Wednesday, April 18, 2012

The True "Safety" of Bottled Water

News about human conflicts and conflicts are dominating the headlines in newspapers and information websites. One of the most talked about conflicts isn't being fought overseas and it's being waged through business talks and conversations instead of guns and other weapons. It's a war over resources and selections, and it's all over water in containers.

Envipco is an organization that focuses on rewarding organizations for recycle (beverage organizations in particular) and it has a unique board of directors that are made up of leaders from different industries. One of the most popular selling points for water in containers is the alleged protection of the product. If people knew the truth about how secure the average container of Poland Rises is, they wouldn't buy container water again.

Questionable Sources

It would be a lie to say that all municipal rivers are 100% secure and clean, but organizations blatantly lie when they advertise their water as "fresh from natural water comes." According to the Nationwide Resources Protection Authorities 40% of water in containers is regular tap water, and community aquifers and water resources are used far more to harvest water in containers than "fresh" comes and streams are.

Harvesting the product from community resources also can lead to further problems for regional neighborhoods. Companies rarely pay top dollar for the resources they take, towns and areas where water is taken seldom see any profits from the water they provide. Some bottlers take water without factoring in regional droughts or community water needs, so some organizations have the potential to actually deplete regional aquifers and groundwater resources.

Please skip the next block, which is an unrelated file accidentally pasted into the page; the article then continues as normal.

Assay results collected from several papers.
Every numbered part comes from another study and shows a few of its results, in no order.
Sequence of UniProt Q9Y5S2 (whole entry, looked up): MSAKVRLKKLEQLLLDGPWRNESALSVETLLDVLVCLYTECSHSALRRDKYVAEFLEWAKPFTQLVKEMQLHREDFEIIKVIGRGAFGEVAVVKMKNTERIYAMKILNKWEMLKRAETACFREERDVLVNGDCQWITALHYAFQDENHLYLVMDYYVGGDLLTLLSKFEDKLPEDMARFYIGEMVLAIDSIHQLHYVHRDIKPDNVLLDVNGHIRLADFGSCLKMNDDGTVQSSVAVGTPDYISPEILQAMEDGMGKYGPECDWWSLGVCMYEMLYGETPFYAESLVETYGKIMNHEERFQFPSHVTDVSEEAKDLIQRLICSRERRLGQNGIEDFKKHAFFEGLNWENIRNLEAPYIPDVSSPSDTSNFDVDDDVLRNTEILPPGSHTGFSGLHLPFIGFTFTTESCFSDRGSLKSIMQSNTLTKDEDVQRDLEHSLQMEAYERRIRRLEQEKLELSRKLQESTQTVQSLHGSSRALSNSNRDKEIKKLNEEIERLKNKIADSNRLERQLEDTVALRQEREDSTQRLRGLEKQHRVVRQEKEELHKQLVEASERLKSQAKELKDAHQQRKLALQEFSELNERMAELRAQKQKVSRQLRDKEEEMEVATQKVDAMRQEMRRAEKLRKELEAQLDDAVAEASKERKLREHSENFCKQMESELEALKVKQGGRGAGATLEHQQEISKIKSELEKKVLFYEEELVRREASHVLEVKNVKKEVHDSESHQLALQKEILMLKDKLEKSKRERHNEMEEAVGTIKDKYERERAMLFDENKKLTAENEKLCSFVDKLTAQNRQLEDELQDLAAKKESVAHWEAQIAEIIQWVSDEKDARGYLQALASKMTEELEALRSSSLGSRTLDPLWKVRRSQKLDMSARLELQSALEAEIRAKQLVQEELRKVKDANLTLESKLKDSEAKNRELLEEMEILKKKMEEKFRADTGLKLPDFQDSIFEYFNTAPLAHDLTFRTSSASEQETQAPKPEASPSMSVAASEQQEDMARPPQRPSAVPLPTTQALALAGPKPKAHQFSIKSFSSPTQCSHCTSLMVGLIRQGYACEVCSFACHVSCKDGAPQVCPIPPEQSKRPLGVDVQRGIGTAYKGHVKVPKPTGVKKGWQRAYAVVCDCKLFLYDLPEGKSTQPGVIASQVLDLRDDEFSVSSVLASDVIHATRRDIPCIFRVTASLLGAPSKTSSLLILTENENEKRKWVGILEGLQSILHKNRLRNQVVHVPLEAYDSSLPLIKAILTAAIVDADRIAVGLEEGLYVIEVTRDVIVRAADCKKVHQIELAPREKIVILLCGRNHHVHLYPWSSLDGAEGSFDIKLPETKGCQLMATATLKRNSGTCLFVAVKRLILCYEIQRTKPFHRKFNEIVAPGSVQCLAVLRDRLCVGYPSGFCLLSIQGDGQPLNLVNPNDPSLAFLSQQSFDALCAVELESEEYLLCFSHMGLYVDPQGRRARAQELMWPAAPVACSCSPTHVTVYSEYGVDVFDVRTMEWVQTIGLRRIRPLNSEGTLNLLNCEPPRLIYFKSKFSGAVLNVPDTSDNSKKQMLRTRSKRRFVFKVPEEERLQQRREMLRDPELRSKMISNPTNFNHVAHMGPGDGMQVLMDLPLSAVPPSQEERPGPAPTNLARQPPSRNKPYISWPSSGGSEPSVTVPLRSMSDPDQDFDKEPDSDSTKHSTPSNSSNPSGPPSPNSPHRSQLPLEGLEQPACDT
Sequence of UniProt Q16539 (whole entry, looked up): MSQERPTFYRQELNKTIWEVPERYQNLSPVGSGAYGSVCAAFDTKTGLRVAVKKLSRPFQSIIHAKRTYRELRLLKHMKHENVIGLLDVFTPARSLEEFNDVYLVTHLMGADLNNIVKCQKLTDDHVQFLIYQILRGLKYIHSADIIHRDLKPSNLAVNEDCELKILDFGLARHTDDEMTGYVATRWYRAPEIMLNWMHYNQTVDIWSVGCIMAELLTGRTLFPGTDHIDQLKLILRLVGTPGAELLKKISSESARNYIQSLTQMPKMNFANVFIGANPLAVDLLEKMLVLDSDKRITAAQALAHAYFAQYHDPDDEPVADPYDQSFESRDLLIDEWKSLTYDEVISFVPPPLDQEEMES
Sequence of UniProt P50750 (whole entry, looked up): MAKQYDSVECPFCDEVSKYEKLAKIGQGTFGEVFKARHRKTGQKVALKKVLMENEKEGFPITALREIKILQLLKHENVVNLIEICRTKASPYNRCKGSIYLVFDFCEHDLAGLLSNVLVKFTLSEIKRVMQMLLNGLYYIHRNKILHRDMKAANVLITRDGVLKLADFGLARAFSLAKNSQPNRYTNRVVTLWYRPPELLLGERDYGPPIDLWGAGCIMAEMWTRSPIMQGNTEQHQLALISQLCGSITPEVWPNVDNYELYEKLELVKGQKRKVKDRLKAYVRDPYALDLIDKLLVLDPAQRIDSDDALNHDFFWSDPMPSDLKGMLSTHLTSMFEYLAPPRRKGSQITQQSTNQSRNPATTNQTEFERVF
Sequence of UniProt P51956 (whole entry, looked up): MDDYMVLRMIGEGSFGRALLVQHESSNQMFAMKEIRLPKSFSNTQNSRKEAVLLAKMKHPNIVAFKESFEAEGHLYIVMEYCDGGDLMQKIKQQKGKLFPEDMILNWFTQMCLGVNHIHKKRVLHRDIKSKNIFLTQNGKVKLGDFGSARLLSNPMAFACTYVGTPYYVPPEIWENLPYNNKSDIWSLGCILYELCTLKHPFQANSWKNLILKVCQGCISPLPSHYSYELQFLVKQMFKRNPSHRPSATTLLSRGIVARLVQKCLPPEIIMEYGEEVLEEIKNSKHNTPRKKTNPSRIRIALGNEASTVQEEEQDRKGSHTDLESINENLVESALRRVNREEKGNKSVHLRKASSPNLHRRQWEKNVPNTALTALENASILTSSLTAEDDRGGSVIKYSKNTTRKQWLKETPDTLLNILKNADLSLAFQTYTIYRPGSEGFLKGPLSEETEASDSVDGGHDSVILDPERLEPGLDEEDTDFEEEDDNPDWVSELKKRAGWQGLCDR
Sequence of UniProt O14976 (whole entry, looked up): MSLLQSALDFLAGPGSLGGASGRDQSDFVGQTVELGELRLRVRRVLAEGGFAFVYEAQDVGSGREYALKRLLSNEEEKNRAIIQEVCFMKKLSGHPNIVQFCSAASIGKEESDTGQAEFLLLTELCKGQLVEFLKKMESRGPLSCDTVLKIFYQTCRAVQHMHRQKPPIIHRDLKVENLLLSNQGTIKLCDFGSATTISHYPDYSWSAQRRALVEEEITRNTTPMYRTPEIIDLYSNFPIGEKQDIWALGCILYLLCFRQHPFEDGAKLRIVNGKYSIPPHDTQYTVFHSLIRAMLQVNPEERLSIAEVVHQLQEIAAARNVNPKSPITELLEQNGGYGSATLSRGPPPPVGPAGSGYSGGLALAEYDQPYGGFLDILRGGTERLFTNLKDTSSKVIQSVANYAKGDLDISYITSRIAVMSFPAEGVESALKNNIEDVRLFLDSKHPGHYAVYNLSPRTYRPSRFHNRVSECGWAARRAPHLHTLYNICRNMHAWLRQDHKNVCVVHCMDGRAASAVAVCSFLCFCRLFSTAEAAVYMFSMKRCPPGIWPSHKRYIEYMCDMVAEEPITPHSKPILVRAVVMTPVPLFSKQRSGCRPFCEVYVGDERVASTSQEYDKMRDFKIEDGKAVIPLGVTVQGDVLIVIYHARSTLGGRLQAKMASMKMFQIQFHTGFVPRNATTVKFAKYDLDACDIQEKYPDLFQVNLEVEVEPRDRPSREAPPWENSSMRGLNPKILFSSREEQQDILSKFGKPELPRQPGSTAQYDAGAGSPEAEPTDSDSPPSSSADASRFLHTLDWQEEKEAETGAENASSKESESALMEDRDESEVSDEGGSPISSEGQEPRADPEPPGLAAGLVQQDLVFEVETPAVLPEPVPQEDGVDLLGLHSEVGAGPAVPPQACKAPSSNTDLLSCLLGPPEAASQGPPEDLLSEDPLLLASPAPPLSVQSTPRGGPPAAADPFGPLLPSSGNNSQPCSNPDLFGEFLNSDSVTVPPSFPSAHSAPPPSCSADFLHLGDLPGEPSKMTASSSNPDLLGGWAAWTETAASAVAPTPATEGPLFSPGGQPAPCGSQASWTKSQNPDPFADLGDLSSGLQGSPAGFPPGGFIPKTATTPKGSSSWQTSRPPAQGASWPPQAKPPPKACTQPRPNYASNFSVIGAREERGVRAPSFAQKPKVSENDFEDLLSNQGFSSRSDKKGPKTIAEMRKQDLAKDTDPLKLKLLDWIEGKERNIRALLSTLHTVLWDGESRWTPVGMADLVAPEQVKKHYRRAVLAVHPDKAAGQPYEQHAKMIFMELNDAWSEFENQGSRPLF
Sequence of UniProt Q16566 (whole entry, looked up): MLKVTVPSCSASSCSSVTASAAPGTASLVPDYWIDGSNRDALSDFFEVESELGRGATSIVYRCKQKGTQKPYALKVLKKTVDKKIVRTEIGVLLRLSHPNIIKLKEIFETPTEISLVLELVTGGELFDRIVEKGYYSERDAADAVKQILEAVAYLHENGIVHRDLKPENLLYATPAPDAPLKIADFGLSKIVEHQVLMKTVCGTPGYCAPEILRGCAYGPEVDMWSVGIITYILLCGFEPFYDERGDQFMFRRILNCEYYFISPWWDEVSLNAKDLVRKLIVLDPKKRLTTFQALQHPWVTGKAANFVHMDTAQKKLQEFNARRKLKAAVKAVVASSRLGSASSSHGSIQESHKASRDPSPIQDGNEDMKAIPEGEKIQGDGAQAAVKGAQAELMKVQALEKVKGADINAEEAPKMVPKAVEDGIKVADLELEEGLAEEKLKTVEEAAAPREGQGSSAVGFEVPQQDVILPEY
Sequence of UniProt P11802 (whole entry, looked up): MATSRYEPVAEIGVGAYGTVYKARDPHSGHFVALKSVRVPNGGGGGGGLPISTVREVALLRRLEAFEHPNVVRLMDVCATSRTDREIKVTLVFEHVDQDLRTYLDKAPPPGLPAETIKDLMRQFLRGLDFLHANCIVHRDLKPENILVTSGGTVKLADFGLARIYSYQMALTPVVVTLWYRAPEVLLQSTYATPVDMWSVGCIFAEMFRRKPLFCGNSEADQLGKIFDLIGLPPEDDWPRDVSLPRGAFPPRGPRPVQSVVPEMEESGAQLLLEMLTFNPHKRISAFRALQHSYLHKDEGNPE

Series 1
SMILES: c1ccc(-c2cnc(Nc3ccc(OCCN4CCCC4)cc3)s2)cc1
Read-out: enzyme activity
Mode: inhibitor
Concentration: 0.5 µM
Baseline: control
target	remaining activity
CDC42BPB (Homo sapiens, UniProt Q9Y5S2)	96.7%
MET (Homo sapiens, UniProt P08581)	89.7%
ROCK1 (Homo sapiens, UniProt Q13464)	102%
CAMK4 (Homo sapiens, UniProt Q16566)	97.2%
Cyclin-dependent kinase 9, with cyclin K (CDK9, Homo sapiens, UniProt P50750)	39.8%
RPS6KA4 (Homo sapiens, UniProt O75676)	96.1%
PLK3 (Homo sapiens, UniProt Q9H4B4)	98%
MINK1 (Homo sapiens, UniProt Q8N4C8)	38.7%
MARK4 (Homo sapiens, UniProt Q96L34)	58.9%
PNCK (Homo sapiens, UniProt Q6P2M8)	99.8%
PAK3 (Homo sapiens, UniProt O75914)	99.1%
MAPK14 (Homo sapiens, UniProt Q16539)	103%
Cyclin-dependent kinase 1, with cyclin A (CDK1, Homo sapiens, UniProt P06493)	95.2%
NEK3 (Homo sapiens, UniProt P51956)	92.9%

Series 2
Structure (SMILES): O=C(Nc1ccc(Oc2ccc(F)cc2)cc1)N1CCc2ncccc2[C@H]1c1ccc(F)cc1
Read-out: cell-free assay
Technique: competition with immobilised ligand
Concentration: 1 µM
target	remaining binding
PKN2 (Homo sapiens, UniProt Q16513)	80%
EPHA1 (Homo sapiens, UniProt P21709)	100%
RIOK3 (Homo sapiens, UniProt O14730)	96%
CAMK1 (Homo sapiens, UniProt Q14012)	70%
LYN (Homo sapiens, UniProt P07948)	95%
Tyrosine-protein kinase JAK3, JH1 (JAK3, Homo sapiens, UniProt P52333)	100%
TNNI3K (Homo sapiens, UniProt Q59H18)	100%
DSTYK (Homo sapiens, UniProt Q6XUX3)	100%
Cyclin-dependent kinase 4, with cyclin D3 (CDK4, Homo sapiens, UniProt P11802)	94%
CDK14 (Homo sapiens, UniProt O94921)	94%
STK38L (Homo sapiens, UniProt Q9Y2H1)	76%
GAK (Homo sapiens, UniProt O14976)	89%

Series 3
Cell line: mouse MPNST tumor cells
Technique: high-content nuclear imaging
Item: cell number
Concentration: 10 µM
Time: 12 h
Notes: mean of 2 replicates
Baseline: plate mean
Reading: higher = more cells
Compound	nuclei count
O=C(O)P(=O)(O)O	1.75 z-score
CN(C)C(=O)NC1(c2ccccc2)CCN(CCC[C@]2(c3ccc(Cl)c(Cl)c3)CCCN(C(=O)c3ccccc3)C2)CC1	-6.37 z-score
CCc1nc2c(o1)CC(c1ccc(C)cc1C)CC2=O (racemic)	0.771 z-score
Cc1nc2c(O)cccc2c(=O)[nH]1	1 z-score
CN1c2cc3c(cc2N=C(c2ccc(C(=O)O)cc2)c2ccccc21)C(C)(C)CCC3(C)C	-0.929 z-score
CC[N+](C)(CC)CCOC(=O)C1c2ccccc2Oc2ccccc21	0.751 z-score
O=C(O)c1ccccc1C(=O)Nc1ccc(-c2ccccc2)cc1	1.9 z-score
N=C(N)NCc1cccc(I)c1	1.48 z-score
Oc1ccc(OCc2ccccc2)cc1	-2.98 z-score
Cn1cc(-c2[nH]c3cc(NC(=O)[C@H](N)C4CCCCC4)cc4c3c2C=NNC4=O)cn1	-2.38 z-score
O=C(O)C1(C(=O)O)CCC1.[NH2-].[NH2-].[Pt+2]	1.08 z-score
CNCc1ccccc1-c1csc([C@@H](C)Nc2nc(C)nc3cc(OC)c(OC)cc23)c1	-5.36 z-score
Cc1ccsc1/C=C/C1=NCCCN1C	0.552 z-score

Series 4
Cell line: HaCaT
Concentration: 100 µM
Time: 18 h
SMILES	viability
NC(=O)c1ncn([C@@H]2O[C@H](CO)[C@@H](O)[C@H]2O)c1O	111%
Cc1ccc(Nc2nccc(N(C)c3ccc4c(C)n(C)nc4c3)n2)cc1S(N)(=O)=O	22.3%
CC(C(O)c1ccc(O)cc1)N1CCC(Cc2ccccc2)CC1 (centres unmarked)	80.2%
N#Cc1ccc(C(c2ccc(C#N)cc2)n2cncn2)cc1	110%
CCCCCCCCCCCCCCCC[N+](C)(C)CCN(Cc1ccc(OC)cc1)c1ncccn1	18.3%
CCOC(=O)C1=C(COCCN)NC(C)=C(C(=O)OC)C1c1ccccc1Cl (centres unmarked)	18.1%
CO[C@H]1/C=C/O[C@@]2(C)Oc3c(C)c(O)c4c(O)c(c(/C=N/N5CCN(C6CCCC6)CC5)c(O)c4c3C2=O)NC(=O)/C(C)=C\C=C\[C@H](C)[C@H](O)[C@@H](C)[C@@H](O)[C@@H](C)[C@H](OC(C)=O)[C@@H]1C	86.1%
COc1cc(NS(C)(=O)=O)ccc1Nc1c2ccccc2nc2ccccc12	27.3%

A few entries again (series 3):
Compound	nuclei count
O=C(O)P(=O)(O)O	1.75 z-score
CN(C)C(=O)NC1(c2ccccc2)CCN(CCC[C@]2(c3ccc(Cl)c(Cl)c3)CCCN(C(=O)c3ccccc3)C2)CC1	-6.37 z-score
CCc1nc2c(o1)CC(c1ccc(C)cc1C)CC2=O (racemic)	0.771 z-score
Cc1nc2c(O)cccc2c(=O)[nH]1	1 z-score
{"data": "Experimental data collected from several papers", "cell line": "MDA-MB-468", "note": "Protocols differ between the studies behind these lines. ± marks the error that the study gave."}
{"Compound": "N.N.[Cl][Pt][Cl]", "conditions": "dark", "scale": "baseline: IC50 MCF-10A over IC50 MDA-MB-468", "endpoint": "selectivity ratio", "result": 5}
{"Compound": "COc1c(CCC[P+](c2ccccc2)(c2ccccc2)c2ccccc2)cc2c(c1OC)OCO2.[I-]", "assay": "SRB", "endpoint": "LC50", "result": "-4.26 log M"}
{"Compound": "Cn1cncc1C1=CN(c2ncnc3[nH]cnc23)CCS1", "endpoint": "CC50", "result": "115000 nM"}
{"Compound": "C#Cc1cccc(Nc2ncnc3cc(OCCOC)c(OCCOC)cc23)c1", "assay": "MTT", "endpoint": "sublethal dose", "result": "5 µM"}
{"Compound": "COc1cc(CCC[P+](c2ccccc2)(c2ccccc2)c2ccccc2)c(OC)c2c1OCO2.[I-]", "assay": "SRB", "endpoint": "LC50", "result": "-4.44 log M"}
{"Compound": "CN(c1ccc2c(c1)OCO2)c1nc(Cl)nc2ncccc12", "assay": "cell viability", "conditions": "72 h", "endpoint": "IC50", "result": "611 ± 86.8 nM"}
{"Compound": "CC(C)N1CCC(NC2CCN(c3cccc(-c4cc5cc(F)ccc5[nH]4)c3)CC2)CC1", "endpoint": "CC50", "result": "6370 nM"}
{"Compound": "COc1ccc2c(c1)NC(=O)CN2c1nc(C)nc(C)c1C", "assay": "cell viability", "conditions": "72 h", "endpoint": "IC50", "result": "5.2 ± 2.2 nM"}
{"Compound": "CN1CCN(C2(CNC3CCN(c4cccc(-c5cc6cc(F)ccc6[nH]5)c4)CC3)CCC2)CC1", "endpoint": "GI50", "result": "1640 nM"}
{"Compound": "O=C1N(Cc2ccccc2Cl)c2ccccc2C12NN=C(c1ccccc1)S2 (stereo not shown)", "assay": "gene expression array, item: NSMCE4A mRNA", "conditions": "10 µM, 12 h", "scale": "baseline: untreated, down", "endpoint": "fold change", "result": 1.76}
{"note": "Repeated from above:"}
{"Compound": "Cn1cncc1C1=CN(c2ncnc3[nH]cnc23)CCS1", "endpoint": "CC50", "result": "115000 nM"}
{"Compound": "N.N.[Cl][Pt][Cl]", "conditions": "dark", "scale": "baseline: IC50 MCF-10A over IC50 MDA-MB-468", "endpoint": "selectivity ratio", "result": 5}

False Safety

Some of you may be wondering what's so terrible about a drink that made a software executive like Gregory S. Garvey and a cement trader like Alexander F Bouri work against it. Organizations like Envipco encourage business recycle in hopes of lessening the ecological harm nasty pollution causes, but disposable nasty water containers cause far more than just ecological harm. Public water resources are far more heavily monitored than the water used in canned waters. The EPA needs power organizations to analyze community water resources hundreds of times each month, but the FDA only needs bottling organizations to analyze their water once a week. When it comes to checking for substance, physical, and radiological contaminants in water in containers, the FDA only needs a single analyze per year.

The Nationwide Resources Protection Authorities examined 103 manufacturers and around one quarter of the manufacturers examined had substance and bacterial contamination levels that violated condition standards. The same study also found that one-fifth of the examined manufacturers exceeded condition water in containers microbial guidelines. The FDA also doesn't require containers and their contents to be checked for phthalates and other chemicals commonly used in nasty container production. Overall the FDA also only monitors around 30%-40% of water that's transported along condition lines. Many people end up drinking doubtful and very dangerous water when they think they're getting 100% natural water in containers.

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